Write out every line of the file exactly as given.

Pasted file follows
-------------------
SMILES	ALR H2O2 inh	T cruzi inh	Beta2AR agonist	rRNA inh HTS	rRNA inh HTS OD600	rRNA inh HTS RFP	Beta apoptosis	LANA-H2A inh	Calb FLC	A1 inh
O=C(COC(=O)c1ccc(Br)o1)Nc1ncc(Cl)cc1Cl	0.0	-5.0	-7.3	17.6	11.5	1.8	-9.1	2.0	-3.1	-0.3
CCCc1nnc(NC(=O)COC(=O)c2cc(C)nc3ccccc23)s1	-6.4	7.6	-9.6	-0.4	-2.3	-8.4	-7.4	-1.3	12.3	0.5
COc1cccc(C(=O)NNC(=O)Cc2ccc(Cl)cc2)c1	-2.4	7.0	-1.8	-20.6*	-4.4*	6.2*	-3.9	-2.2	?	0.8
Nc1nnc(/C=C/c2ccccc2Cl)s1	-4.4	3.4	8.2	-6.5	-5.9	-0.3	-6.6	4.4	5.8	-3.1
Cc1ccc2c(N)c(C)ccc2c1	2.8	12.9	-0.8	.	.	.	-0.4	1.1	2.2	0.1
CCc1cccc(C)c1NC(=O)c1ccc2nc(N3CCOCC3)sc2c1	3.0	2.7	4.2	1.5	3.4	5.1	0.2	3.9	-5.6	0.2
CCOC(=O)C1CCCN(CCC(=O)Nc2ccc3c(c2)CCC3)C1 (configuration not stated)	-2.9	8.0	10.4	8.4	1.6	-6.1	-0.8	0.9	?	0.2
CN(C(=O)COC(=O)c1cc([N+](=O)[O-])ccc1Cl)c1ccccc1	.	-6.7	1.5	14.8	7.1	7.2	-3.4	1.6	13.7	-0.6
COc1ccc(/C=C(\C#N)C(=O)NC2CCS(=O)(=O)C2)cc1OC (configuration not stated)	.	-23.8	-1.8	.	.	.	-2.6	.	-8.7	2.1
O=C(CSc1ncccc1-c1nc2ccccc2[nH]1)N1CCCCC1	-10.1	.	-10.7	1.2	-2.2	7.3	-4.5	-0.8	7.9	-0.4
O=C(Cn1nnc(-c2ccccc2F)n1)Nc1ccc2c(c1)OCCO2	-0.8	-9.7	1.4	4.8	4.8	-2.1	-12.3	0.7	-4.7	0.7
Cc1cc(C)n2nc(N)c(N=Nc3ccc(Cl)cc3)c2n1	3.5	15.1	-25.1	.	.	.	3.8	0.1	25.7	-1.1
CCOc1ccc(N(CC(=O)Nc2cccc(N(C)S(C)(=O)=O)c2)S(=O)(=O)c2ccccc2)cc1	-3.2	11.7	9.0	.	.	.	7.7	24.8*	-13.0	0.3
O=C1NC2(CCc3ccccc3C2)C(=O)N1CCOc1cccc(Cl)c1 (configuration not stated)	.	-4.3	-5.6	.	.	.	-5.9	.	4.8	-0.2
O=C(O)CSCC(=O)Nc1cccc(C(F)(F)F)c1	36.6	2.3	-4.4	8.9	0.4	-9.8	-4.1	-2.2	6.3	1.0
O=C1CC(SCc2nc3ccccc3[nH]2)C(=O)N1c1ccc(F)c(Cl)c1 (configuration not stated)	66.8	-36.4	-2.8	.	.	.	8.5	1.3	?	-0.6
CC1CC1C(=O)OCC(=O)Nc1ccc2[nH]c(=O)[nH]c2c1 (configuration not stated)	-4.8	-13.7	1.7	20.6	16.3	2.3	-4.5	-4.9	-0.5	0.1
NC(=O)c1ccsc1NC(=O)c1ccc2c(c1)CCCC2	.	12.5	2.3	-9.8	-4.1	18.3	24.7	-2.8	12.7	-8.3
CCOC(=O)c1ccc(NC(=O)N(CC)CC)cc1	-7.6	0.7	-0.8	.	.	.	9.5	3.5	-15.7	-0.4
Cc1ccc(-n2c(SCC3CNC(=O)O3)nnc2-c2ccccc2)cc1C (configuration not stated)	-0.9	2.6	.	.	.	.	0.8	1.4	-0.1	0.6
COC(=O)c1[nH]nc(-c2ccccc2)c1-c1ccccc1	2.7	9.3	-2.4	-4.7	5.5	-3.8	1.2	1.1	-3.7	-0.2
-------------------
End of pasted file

SMILES	ALR H2O2 inh	T cruzi inh	Beta2AR agonist	rRNA inh HTS	rRNA inh HTS OD600	rRNA inh HTS RFP	Beta apoptosis	LANA-H2A inh	Calb FLC	A1 inh
O=C(COC(=O)c1ccc(Br)o1)Nc1ncc(Cl)cc1Cl	0.0	-5.0	-7.3	17.6	11.5	1.8	-9.1	2.0	-3.1	-0.3
CCCc1nnc(NC(=O)COC(=O)c2cc(C)nc3ccccc23)s1	-6.4	7.6	-9.6	-0.4	-2.3	-8.4	-7.4	-1.3	12.3	0.5
COc1cccc(C(=O)NNC(=O)Cc2ccc(Cl)cc2)c1	-2.4	7.0	-1.8	-20.6*	-4.4*	6.2*	-3.9	-2.2	?	0.8
Nc1nnc(/C=C/c2ccccc2Cl)s1	-4.4	3.4	8.2	-6.5	-5.9	-0.3	-6.6	4.4	5.8	-3.1
Cc1ccc2c(N)c(C)ccc2c1	2.8	12.9	-0.8	.	.	.	-0.4	1.1	2.2	0.1
CCc1cccc(C)c1NC(=O)c1ccc2nc(N3CCOCC3)sc2c1	3.0	2.7	4.2	1.5	3.4	5.1	0.2	3.9	-5.6	0.2
CCOC(=O)C1CCCN(CCC(=O)Nc2ccc3c(c2)CCC3)C1 (configuration not stated)	-2.9	8.0	10.4	8.4	1.6	-6.1	-0.8	0.9	?	0.2
CN(C(=O)COC(=O)c1cc([N+](=O)[O-])ccc1Cl)c1ccccc1	.	-6.7	1.5	14.8	7.1	7.2	-3.4	1.6	13.7	-0.6
COc1ccc(/C=C(\C#N)C(=O)NC2CCS(=O)(=O)C2)cc1OC (configuration not stated)	.	-23.8	-1.8	.	.	.	-2.6	.	-8.7	2.1
O=C(CSc1ncccc1-c1nc2ccccc2[nH]1)N1CCCCC1	-10.1	.	-10.7	1.2	-2.2	7.3	-4.5	-0.8	7.9	-0.4
O=C(Cn1nnc(-c2ccccc2F)n1)Nc1ccc2c(c1)OCCO2	-0.8	-9.7	1.4	4.8	4.8	-2.1	-12.3	0.7	-4.7	0.7
Cc1cc(C)n2nc(N)c(N=Nc3ccc(Cl)cc3)c2n1	3.5	15.1	-25.1	.	.	.	3.8	0.1	25.7	-1.1
CCOc1ccc(N(CC(=O)Nc2cccc(N(C)S(C)(=O)=O)c2)S(=O)(=O)c2ccccc2)cc1	-3.2	11.7	9.0	.	.	.	7.7	24.8*	-13.0	0.3
O=C1NC2(CCc3ccccc3C2)C(=O)N1CCOc1cccc(Cl)c1 (configuration not stated)	.	-4.3	-5.6	.	.	.	-5.9	.	4.8	-0.2
O=C(O)CSCC(=O)Nc1cccc(C(F)(F)F)c1	36.6	2.3	-4.4	8.9	0.4	-9.8	-4.1	-2.2	6.3	1.0
O=C1CC(SCc2nc3ccccc3[nH]2)C(=O)N1c1ccc(F)c(Cl)c1 (configuration not stated)	66.8	-36.4	-2.8	.	.	.	8.5	1.3	?	-0.6
CC1CC1C(=O)OCC(=O)Nc1ccc2[nH]c(=O)[nH]c2c1 (configuration not stated)	-4.8	-13.7	1.7	20.6	16.3	2.3	-4.5	-4.9	-0.5	0.1
NC(=O)c1ccsc1NC(=O)c1ccc2c(c1)CCCC2	.	12.5	2.3	-9.8	-4.1	18.3	24.7	-2.8	12.7	-8.3
CCOC(=O)c1ccc(NC(=O)N(CC)CC)cc1	-7.6	0.7	-0.8	.	.	.	9.5	3.5	-15.7	-0.4
Cc1ccc(-n2c(SCC3CNC(=O)O3)nnc2-c2ccccc2)cc1C (configuration not stated)	-0.9	2.6	.	.	.	.	0.8	1.4	-0.1	0.6
COC(=O)c1[nH]nc(-c2ccccc2)c1-c1ccccc1	2.7	9.3	-2.4	-4.7	5.5	-3.8	1.2	1.1	-3.7	-0.2